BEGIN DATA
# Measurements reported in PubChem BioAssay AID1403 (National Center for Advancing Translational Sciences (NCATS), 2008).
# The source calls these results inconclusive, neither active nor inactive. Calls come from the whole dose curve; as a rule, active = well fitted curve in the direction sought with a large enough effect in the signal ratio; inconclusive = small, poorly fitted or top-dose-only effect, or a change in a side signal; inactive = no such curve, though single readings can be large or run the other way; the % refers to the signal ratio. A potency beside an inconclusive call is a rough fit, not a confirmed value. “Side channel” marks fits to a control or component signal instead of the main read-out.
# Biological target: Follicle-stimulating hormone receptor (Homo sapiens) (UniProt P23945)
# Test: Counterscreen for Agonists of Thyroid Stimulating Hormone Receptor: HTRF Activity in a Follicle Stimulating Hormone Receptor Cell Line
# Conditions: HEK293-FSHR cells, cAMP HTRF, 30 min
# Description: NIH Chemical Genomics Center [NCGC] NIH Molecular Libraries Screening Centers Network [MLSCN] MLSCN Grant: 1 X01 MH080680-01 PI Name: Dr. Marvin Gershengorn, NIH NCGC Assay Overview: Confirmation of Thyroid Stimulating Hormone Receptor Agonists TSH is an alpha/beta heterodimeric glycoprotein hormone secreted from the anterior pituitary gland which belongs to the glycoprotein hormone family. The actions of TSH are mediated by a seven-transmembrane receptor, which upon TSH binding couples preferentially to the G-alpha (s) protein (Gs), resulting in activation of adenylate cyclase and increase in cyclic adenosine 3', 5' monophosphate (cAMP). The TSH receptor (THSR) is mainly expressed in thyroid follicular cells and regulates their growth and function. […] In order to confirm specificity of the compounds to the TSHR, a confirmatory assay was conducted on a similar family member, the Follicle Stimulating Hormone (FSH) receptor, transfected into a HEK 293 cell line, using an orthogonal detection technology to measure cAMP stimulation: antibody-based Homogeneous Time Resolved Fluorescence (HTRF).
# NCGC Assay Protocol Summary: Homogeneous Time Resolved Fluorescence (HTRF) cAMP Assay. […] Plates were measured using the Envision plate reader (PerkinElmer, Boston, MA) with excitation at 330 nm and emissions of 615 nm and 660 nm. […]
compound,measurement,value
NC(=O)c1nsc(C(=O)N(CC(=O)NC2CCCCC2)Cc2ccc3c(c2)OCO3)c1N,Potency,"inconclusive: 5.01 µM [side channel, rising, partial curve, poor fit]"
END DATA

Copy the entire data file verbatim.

# Measurements reported in PubChem BioAssay AID1403 (National Center for Advancing Translational Sciences (NCATS), 2008).
# The source calls these results inconclusive, neither active nor inactive. Calls come from the whole dose curve; as a rule, active = well fitted curve in the direction sought with a large enough effect in the signal ratio; inconclusive = small, poorly fitted or top-dose-only effect, or a change in a side signal; inactive = no such curve, though single readings can be large or run the other way; the % refers to the signal ratio. A potency beside an inconclusive call is a rough fit, not a confirmed value. “Side channel” marks fits to a control or component signal instead of the main read-out.
# Biological target: Follicle-stimulating hormone receptor (Homo sapiens) (UniProt P23945)
# Test: Counterscreen for Agonists of Thyroid Stimulating Hormone Receptor: HTRF Activity in a Follicle Stimulating Hormone Receptor Cell Line
# Conditions: HEK293-FSHR cells, cAMP HTRF, 30 min
# Description: NIH Chemical Genomics Center [NCGC] NIH Molecular Libraries Screening Centers Network [MLSCN] MLSCN Grant: 1 X01 MH080680-01 PI Name: Dr. Marvin Gershengorn, NIH NCGC Assay Overview: Confirmation of Thyroid Stimulating Hormone Receptor Agonists TSH is an alpha/beta heterodimeric glycoprotein hormone secreted from the anterior pituitary gland which belongs to the glycoprotein hormone family. The actions of TSH are mediated by a seven-transmembrane receptor, which upon TSH binding couples preferentially to the G-alpha (s) protein (Gs), resulting in activation of adenylate cyclase and increase in cyclic adenosine 3', 5' monophosphate (cAMP). The TSH receptor (THSR) is mainly expressed in thyroid follicular cells and regulates their growth and function. […] In order to confirm specificity of the compounds to the TSHR, a confirmatory assay was conducted on a similar family member, the Follicle Stimulating Hormone (FSH) receptor, transfected into a HEK 293 cell line, using an orthogonal detection technology to measure cAMP stimulation: antibody-based Homogeneous Time Resolved Fluorescence (HTRF).
# NCGC Assay Protocol Summary: Homogeneous Time Resolved Fluorescence (HTRF) cAMP Assay. […] Plates were measured using the Envision plate reader (PerkinElmer, Boston, MA) with excitation at 330 nm and emissions of 615 nm and 660 nm. […]
compound,measurement,value
NC(=O)c1nsc(C(=O)N(CC(=O)NC2CCCCC2)Cc2ccc3c(c2)OCO3)c1N,Potency,"inconclusive: 5.01 µM [side channel, rising, partial curve, poor fit]"